Saturday, September 25, 2004

noise from the road

been busy the last day or so, and commuting not by train but by rented Ford Escape. Friday I was the wheel man for this little escapade, and today I go to The Peoples Republic of Massachusetts to (hopefully) have some fried clams with one of my sisters.

But I have a couple of observations to report from this rest area in Rhode Island. The first is that I have heard a pre-release cut off the forthcoming U2 album and I have to say it sounds very promising. I've only heard it once, so I haven't been able to subject it to the second look rule. And, I'm not a U2 devotee. I have none of their records, though I will enjoy hearing a tune or two of theirs when caught on the radio. But, at first blush, I definitely want to get this new one. There is an energy, a passion, a putting forth of heart and soul that, now that I think of it, is one of the things U2 could always be counted on for. More on this all later, or perhaps on (yet) another blog.

The next thought is about life and death. I was scanning caught a little blurb about Hurricane Jeanne, which is about to hit Florida. It was an NPR station, so you know they can't just report something, they have to call in some left-wing expert to tell us what we're supposed to think about something (as well as why it's President Bush's fault). In this hurricane report, they inserted a clip of statement by the World Health Organization (watch out or they will choosing your kid's doctors) on how, get this, dead human bodies, if left lying around, don't really spread disease.

The expert from the WHO, whose suitably European name was given with a peculiar pronunciation that only enlightened people could execute, began to assure us that, while they may be disturbing to look at, it is a myth that dead bodies spread disease to living bodies. This I suppose is designed to reassure those who find themselves in a famine, plague, or period of pestilence. What will they do for us next, publish a paper entitled "101 Uses for a Dead Body?"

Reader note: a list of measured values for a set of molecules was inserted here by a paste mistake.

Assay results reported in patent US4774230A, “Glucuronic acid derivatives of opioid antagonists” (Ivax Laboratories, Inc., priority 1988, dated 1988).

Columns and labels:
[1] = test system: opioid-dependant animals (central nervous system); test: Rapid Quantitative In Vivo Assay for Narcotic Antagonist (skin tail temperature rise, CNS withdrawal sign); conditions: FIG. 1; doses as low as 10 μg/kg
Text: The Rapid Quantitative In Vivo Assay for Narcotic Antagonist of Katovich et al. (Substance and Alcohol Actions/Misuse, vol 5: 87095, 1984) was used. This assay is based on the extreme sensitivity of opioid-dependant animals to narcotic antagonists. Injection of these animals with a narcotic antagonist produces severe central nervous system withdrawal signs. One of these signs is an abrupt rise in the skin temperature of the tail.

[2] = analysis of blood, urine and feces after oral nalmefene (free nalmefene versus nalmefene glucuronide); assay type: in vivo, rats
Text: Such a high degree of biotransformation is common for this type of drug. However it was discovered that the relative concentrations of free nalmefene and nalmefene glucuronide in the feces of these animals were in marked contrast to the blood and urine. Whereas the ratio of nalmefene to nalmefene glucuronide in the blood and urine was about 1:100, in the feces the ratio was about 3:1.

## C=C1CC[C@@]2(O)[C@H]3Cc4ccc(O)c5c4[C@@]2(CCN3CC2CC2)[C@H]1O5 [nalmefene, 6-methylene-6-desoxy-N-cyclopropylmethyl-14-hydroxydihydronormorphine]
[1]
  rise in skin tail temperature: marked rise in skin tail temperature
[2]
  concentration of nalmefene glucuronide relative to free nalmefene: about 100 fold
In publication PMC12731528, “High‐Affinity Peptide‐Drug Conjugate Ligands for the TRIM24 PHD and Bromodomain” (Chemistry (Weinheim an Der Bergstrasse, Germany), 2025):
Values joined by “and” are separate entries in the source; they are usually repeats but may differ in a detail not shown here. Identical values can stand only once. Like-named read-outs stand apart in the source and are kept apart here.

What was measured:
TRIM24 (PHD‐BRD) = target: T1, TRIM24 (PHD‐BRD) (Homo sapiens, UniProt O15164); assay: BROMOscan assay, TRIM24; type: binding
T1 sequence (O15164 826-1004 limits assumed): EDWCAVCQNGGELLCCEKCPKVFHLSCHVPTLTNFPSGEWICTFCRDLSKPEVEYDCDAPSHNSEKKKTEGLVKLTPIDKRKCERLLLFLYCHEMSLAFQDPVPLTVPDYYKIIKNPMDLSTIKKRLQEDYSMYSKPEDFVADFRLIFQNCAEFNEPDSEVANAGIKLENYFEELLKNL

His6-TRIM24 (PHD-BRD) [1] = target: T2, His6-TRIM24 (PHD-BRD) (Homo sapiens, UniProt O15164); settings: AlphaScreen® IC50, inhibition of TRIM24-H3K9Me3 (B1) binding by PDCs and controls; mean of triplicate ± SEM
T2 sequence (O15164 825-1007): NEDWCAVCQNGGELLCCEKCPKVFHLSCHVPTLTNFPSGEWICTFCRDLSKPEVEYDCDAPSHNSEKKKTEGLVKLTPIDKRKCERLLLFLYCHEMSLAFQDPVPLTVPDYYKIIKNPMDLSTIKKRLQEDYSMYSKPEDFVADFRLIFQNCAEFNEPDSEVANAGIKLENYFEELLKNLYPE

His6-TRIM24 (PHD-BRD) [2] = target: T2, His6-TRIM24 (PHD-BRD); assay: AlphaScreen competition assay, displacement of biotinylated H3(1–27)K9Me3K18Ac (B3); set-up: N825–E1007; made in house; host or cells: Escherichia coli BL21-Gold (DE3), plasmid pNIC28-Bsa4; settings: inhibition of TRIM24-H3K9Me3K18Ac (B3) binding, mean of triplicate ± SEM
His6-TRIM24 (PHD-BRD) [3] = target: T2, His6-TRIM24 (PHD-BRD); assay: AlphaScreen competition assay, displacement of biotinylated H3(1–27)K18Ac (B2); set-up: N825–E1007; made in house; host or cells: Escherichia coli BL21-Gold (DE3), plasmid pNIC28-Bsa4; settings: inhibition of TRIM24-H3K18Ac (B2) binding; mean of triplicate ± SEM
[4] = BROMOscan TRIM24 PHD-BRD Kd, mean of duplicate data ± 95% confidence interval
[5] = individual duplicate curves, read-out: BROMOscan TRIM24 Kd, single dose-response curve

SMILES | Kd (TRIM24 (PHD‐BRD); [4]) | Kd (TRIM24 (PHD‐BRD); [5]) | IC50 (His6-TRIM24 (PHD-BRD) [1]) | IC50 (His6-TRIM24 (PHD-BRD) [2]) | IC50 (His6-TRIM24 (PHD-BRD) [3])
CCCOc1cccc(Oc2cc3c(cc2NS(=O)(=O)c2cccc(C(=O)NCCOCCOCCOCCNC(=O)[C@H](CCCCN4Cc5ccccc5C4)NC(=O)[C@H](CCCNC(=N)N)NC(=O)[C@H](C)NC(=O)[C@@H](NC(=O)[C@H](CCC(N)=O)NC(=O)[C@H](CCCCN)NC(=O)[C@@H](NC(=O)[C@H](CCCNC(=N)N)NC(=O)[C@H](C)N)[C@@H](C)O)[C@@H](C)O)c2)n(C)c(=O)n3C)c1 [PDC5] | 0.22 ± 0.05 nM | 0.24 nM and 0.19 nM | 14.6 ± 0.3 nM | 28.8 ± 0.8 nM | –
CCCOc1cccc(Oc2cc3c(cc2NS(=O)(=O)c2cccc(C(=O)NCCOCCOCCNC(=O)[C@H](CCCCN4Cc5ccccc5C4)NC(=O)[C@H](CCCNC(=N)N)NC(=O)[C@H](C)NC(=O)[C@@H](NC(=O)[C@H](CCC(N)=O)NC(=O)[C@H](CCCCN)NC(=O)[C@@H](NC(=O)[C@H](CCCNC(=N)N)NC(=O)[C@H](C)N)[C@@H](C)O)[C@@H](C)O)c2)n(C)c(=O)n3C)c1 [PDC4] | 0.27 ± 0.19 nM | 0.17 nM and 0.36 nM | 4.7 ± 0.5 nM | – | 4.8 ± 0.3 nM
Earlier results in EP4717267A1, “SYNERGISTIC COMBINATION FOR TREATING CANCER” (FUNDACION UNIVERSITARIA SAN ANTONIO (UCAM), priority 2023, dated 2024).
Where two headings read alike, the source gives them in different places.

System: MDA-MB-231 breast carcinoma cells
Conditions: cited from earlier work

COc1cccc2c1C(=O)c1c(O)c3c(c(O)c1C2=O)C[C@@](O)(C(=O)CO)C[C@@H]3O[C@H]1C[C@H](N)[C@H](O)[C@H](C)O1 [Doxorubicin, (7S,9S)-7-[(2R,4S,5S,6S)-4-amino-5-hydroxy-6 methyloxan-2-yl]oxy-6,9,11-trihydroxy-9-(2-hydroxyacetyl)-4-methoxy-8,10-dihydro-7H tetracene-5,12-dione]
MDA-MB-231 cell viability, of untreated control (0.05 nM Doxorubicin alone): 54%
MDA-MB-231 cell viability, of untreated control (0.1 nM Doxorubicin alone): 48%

I'm going to cut right to the point on this. These structurally secular, humanistic, and usually atheistic bodies of learned folk who have appointed themselves as the thought and value shapers of the future may be able to draw on scientific or psuedo-scientific statistical information for authority to back up whatever message it is that they are pushing on this particular day. But can they tell you why it's jarring to see dead bodies?

Must every conviction they hold be the product of only a current scientific belief? Can they tell you why civilized people usually bury and honor the graves of their dead? No, they cannot, because there is no scientific reason for honoring the dead. There is no scientific reason for cemeteries, mausoleums, or funerals. It would surely be more scientifically sensible to harvest and sell organs and use an expired human body the way cattle processors sqeeze every vestige of utility from a bovine carcas.

Cows don't honor their dead. Humans do (or did, and should). Science cannot tell you why. But the Church can. The WHO cannot address matters of the soul, because matters of the soul cannot be dealt with scientifically.

When human life is accorded dignity, it really doesn't matter if leaving dead bodies laying around is a disease threat or not. The bodies will be laid to rest with the dignity they deserve, and the threat of disease would be a moot point.

Wow, this did turn into a rant, didn't it?

Now get this. I'm typing away at a deserted rest area. I have the air conditioning on. Gradually, people start parking near me. Now I'm surrounded. People mill around my Escape, smoking. The air conditioner draws in the smoke, until I close off the vent.

I still have the most incredible sense of desire to connect with that lady again, but the infatuation is quite over.


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